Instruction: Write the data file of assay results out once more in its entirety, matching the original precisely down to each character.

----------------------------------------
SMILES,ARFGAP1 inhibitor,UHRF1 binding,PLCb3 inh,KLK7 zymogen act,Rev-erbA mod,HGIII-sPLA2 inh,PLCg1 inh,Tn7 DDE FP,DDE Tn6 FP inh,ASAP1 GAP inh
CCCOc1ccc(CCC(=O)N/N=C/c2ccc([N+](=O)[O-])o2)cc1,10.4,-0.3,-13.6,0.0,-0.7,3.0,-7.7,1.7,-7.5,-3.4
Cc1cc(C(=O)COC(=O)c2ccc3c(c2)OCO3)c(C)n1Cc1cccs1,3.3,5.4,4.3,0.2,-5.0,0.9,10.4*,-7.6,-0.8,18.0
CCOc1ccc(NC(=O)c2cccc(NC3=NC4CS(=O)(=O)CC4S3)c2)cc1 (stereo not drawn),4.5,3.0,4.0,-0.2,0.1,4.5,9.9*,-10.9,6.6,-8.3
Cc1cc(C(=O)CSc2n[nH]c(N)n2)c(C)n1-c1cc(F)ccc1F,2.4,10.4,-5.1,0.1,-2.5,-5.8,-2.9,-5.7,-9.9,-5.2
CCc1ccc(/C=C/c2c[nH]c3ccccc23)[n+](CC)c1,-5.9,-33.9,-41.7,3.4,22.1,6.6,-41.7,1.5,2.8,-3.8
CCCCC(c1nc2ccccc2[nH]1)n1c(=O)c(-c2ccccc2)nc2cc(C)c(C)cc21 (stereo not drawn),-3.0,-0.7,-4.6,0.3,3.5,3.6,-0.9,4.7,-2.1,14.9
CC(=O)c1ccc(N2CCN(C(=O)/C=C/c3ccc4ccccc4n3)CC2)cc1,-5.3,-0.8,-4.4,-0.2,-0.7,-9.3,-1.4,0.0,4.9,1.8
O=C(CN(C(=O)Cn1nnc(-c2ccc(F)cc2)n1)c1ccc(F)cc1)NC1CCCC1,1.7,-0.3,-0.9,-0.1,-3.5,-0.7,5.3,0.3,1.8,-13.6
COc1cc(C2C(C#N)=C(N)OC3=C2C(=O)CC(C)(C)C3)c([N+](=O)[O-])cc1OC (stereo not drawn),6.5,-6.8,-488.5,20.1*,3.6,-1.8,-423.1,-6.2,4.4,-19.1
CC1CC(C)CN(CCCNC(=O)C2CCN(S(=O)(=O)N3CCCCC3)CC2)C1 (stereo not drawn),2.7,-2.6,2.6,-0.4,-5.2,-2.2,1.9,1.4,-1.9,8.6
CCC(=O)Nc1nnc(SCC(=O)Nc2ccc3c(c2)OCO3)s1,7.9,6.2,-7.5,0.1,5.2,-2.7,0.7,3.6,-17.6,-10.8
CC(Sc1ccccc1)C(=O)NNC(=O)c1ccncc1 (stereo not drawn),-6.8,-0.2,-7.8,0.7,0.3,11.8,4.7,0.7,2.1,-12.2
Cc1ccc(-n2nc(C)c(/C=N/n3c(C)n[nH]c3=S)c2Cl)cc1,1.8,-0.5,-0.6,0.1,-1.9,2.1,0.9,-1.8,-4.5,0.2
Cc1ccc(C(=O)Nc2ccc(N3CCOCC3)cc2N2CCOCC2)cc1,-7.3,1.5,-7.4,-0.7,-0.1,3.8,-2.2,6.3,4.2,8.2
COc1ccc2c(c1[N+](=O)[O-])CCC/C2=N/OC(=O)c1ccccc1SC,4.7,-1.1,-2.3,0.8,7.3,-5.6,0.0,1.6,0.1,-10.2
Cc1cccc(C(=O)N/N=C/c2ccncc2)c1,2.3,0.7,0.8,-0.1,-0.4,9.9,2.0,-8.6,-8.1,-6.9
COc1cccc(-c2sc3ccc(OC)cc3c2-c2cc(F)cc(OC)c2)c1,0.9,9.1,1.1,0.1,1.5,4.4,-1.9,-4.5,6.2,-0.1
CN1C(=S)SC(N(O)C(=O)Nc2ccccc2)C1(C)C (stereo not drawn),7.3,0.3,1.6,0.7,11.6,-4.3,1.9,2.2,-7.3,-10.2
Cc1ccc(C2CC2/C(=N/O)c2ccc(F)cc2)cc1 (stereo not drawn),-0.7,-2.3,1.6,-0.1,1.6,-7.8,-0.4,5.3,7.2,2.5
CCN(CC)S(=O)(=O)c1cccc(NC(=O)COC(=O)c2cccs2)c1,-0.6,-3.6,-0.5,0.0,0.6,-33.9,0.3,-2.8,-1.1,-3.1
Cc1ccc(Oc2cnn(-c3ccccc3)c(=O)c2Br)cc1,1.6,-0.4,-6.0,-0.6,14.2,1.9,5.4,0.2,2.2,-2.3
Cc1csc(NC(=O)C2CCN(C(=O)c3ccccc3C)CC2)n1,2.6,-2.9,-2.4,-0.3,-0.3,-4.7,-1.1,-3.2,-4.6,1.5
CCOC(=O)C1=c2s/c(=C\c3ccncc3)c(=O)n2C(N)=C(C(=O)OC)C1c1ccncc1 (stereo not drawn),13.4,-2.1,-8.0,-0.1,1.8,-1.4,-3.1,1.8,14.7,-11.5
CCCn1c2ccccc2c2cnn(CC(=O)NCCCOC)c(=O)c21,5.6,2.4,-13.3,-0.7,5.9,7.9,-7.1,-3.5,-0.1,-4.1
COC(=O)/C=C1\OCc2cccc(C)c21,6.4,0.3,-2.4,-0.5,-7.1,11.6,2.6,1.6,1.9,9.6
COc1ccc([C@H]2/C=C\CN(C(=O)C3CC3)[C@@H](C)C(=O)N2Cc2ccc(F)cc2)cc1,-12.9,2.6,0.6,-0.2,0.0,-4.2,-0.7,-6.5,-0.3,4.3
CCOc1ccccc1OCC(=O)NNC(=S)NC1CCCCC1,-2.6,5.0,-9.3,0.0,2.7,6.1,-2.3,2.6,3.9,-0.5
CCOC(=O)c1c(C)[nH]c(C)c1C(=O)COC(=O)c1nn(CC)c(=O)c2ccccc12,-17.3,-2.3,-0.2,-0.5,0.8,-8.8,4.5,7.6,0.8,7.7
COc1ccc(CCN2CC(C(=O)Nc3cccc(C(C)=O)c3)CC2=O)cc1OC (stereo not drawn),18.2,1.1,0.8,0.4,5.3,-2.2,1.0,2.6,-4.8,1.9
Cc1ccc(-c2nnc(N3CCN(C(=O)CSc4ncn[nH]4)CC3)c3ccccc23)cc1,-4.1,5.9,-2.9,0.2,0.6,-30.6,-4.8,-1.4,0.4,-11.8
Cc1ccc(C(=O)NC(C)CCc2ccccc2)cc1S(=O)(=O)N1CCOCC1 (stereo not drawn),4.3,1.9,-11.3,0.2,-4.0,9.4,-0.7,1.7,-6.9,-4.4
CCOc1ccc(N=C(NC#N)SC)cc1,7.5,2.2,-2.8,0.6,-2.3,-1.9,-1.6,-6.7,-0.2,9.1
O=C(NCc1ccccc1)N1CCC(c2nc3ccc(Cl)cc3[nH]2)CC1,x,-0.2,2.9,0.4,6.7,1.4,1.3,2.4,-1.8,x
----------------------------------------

SMILES,ARFGAP1 inhibitor,UHRF1 binding,PLCb3 inh,KLK7 zymogen act,Rev-erbA mod,HGIII-sPLA2 inh,PLCg1 inh,Tn7 DDE FP,DDE Tn6 FP inh,ASAP1 GAP inh
CCCOc1ccc(CCC(=O)N/N=C/c2ccc([N+](=O)[O-])o2)cc1,10.4,-0.3,-13.6,0.0,-0.7,3.0,-7.7,1.7,-7.5,-3.4
Cc1cc(C(=O)COC(=O)c2ccc3c(c2)OCO3)c(C)n1Cc1cccs1,3.3,5.4,4.3,0.2,-5.0,0.9,10.4*,-7.6,-0.8,18.0
CCOc1ccc(NC(=O)c2cccc(NC3=NC4CS(=O)(=O)CC4S3)c2)cc1 (stereo not drawn),4.5,3.0,4.0,-0.2,0.1,4.5,9.9*,-10.9,6.6,-8.3
Cc1cc(C(=O)CSc2n[nH]c(N)n2)c(C)n1-c1cc(F)ccc1F,2.4,10.4,-5.1,0.1,-2.5,-5.8,-2.9,-5.7,-9.9,-5.2
CCc1ccc(/C=C/c2c[nH]c3ccccc23)[n+](CC)c1,-5.9,-33.9,-41.7,3.4,22.1,6.6,-41.7,1.5,2.8,-3.8
CCCCC(c1nc2ccccc2[nH]1)n1c(=O)c(-c2ccccc2)nc2cc(C)c(C)cc21 (stereo not drawn),-3.0,-0.7,-4.6,0.3,3.5,3.6,-0.9,4.7,-2.1,14.9
CC(=O)c1ccc(N2CCN(C(=O)/C=C/c3ccc4ccccc4n3)CC2)cc1,-5.3,-0.8,-4.4,-0.2,-0.7,-9.3,-1.4,0.0,4.9,1.8
O=C(CN(C(=O)Cn1nnc(-c2ccc(F)cc2)n1)c1ccc(F)cc1)NC1CCCC1,1.7,-0.3,-0.9,-0.1,-3.5,-0.7,5.3,0.3,1.8,-13.6
COc1cc(C2C(C#N)=C(N)OC3=C2C(=O)CC(C)(C)C3)c([N+](=O)[O-])cc1OC (stereo not drawn),6.5,-6.8,-488.5,20.1*,3.6,-1.8,-423.1,-6.2,4.4,-19.1
CC1CC(C)CN(CCCNC(=O)C2CCN(S(=O)(=O)N3CCCCC3)CC2)C1 (stereo not drawn),2.7,-2.6,2.6,-0.4,-5.2,-2.2,1.9,1.4,-1.9,8.6
CCC(=O)Nc1nnc(SCC(=O)Nc2ccc3c(c2)OCO3)s1,7.9,6.2,-7.5,0.1,5.2,-2.7,0.7,3.6,-17.6,-10.8
CC(Sc1ccccc1)C(=O)NNC(=O)c1ccncc1 (stereo not drawn),-6.8,-0.2,-7.8,0.7,0.3,11.8,4.7,0.7,2.1,-12.2
Cc1ccc(-n2nc(C)c(/C=N/n3c(C)n[nH]c3=S)c2Cl)cc1,1.8,-0.5,-0.6,0.1,-1.9,2.1,0.9,-1.8,-4.5,0.2
Cc1ccc(C(=O)Nc2ccc(N3CCOCC3)cc2N2CCOCC2)cc1,-7.3,1.5,-7.4,-0.7,-0.1,3.8,-2.2,6.3,4.2,8.2
COc1ccc2c(c1[N+](=O)[O-])CCC/C2=N/OC(=O)c1ccccc1SC,4.7,-1.1,-2.3,0.8,7.3,-5.6,0.0,1.6,0.1,-10.2
Cc1cccc(C(=O)N/N=C/c2ccncc2)c1,2.3,0.7,0.8,-0.1,-0.4,9.9,2.0,-8.6,-8.1,-6.9
COc1cccc(-c2sc3ccc(OC)cc3c2-c2cc(F)cc(OC)c2)c1,0.9,9.1,1.1,0.1,1.5,4.4,-1.9,-4.5,6.2,-0.1
CN1C(=S)SC(N(O)C(=O)Nc2ccccc2)C1(C)C (stereo not drawn),7.3,0.3,1.6,0.7,11.6,-4.3,1.9,2.2,-7.3,-10.2
Cc1ccc(C2CC2/C(=N/O)c2ccc(F)cc2)cc1 (stereo not drawn),-0.7,-2.3,1.6,-0.1,1.6,-7.8,-0.4,5.3,7.2,2.5
CCN(CC)S(=O)(=O)c1cccc(NC(=O)COC(=O)c2cccs2)c1,-0.6,-3.6,-0.5,0.0,0.6,-33.9,0.3,-2.8,-1.1,-3.1
Cc1ccc(Oc2cnn(-c3ccccc3)c(=O)c2Br)cc1,1.6,-0.4,-6.0,-0.6,14.2,1.9,5.4,0.2,2.2,-2.3
Cc1csc(NC(=O)C2CCN(C(=O)c3ccccc3C)CC2)n1,2.6,-2.9,-2.4,-0.3,-0.3,-4.7,-1.1,-3.2,-4.6,1.5
CCOC(=O)C1=c2s/c(=C\c3ccncc3)c(=O)n2C(N)=C(C(=O)OC)C1c1ccncc1 (stereo not drawn),13.4,-2.1,-8.0,-0.1,1.8,-1.4,-3.1,1.8,14.7,-11.5
CCCn1c2ccccc2c2cnn(CC(=O)NCCCOC)c(=O)c21,5.6,2.4,-13.3,-0.7,5.9,7.9,-7.1,-3.5,-0.1,-4.1
COC(=O)/C=C1\OCc2cccc(C)c21,6.4,0.3,-2.4,-0.5,-7.1,11.6,2.6,1.6,1.9,9.6
COc1ccc([C@H]2/C=C\CN(C(=O)C3CC3)[C@@H](C)C(=O)N2Cc2ccc(F)cc2)cc1,-12.9,2.6,0.6,-0.2,0.0,-4.2,-0.7,-6.5,-0.3,4.3
CCOc1ccccc1OCC(=O)NNC(=S)NC1CCCCC1,-2.6,5.0,-9.3,0.0,2.7,6.1,-2.3,2.6,3.9,-0.5
CCOC(=O)c1c(C)[nH]c(C)c1C(=O)COC(=O)c1nn(CC)c(=O)c2ccccc12,-17.3,-2.3,-0.2,-0.5,0.8,-8.8,4.5,7.6,0.8,7.7
COc1ccc(CCN2CC(C(=O)Nc3cccc(C(C)=O)c3)CC2=O)cc1OC (stereo not drawn),18.2,1.1,0.8,0.4,5.3,-2.2,1.0,2.6,-4.8,1.9
Cc1ccc(-c2nnc(N3CCN(C(=O)CSc4ncn[nH]4)CC3)c3ccccc23)cc1,-4.1,5.9,-2.9,0.2,0.6,-30.6,-4.8,-1.4,0.4,-11.8
Cc1ccc(C(=O)NC(C)CCc2ccccc2)cc1S(=O)(=O)N1CCOCC1 (stereo not drawn),4.3,1.9,-11.3,0.2,-4.0,9.4,-0.7,1.7,-6.9,-4.4
CCOc1ccc(N=C(NC#N)SC)cc1,7.5,2.2,-2.8,0.6,-2.3,-1.9,-1.6,-6.7,-0.2,9.1
O=C(NCc1ccccc1)N1CCC(c2nc3ccc(Cl)cc3[nH]2)CC1,x,-0.2,2.9,0.4,6.7,1.4,1.3,2.4,-1.8,x